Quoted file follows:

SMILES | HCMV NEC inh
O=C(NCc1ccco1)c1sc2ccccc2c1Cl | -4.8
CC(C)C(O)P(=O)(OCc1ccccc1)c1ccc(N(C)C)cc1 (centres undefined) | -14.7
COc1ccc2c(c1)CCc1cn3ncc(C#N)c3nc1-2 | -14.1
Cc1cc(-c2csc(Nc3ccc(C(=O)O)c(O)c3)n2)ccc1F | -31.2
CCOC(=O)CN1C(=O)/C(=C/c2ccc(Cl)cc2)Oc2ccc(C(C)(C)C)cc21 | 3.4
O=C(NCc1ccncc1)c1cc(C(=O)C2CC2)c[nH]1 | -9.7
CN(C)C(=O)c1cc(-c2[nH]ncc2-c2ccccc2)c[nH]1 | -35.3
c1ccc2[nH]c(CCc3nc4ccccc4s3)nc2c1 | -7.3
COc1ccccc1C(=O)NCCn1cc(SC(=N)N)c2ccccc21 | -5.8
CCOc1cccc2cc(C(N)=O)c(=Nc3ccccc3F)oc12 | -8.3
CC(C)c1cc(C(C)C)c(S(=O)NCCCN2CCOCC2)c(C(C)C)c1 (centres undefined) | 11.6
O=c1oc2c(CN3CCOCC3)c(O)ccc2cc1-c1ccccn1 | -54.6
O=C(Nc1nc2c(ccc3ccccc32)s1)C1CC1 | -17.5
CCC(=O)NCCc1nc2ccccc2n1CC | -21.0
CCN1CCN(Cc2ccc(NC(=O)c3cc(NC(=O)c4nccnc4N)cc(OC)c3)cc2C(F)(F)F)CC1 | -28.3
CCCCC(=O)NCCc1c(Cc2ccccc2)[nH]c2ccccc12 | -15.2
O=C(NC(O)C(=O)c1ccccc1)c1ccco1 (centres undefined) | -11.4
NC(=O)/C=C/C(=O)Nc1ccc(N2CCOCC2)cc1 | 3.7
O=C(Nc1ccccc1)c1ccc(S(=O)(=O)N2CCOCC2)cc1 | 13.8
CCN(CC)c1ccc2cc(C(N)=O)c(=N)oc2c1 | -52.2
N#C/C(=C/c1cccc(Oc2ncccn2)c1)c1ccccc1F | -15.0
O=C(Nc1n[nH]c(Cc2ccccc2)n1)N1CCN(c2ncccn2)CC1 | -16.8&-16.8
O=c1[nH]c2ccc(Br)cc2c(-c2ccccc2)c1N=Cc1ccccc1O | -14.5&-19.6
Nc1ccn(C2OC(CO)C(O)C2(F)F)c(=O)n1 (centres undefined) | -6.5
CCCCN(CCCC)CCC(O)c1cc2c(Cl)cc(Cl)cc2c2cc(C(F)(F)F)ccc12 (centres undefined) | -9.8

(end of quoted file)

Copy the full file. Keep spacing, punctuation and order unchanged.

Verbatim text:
SMILES | HCMV NEC inh
O=C(NCc1ccco1)c1sc2ccccc2c1Cl | -4.8
CC(C)C(O)P(=O)(OCc1ccccc1)c1ccc(N(C)C)cc1 (centres undefined) | -14.7
COc1ccc2c(c1)CCc1cn3ncc(C#N)c3nc1-2 | -14.1
Cc1cc(-c2csc(Nc3ccc(C(=O)O)c(O)c3)n2)ccc1F | -31.2
CCOC(=O)CN1C(=O)/C(=C/c2ccc(Cl)cc2)Oc2ccc(C(C)(C)C)cc21 | 3.4
O=C(NCc1ccncc1)c1cc(C(=O)C2CC2)c[nH]1 | -9.7
CN(C)C(=O)c1cc(-c2[nH]ncc2-c2ccccc2)c[nH]1 | -35.3
c1ccc2[nH]c(CCc3nc4ccccc4s3)nc2c1 | -7.3
COc1ccccc1C(=O)NCCn1cc(SC(=N)N)c2ccccc21 | -5.8
CCOc1cccc2cc(C(N)=O)c(=Nc3ccccc3F)oc12 | -8.3
CC(C)c1cc(C(C)C)c(S(=O)NCCCN2CCOCC2)c(C(C)C)c1 (centres undefined) | 11.6
O=c1oc2c(CN3CCOCC3)c(O)ccc2cc1-c1ccccn1 | -54.6
O=C(Nc1nc2c(ccc3ccccc32)s1)C1CC1 | -17.5
CCC(=O)NCCc1nc2ccccc2n1CC | -21.0
CCN1CCN(Cc2ccc(NC(=O)c3cc(NC(=O)c4nccnc4N)cc(OC)c3)cc2C(F)(F)F)CC1 | -28.3
CCCCC(=O)NCCc1c(Cc2ccccc2)[nH]c2ccccc12 | -15.2
O=C(NC(O)C(=O)c1ccccc1)c1ccco1 (centres undefined) | -11.4
NC(=O)/C=C/C(=O)Nc1ccc(N2CCOCC2)cc1 | 3.7
O=C(Nc1ccccc1)c1ccc(S(=O)(=O)N2CCOCC2)cc1 | 13.8
CCN(CC)c1ccc2cc(C(N)=O)c(=N)oc2c1 | -52.2
N#C/C(=C/c1cccc(Oc2ncccn2)c1)c1ccccc1F | -15.0
O=C(Nc1n[nH]c(Cc2ccccc2)n1)N1CCN(c2ncccn2)CC1 | -16.8&-16.8
O=c1[nH]c2ccc(Br)cc2c(-c2ccccc2)c1N=Cc1ccccc1O | -14.5&-19.6
Nc1ccn(C2OC(CO)C(O)C2(F)F)c(=O)n1 (centres undefined) | -6.5
CCCCN(CCCC)CCC(O)c1cc2c(Cl)cc(Cl)cc2c2cc(C(F)(F)F)ccc12 (centres undefined) | -9.8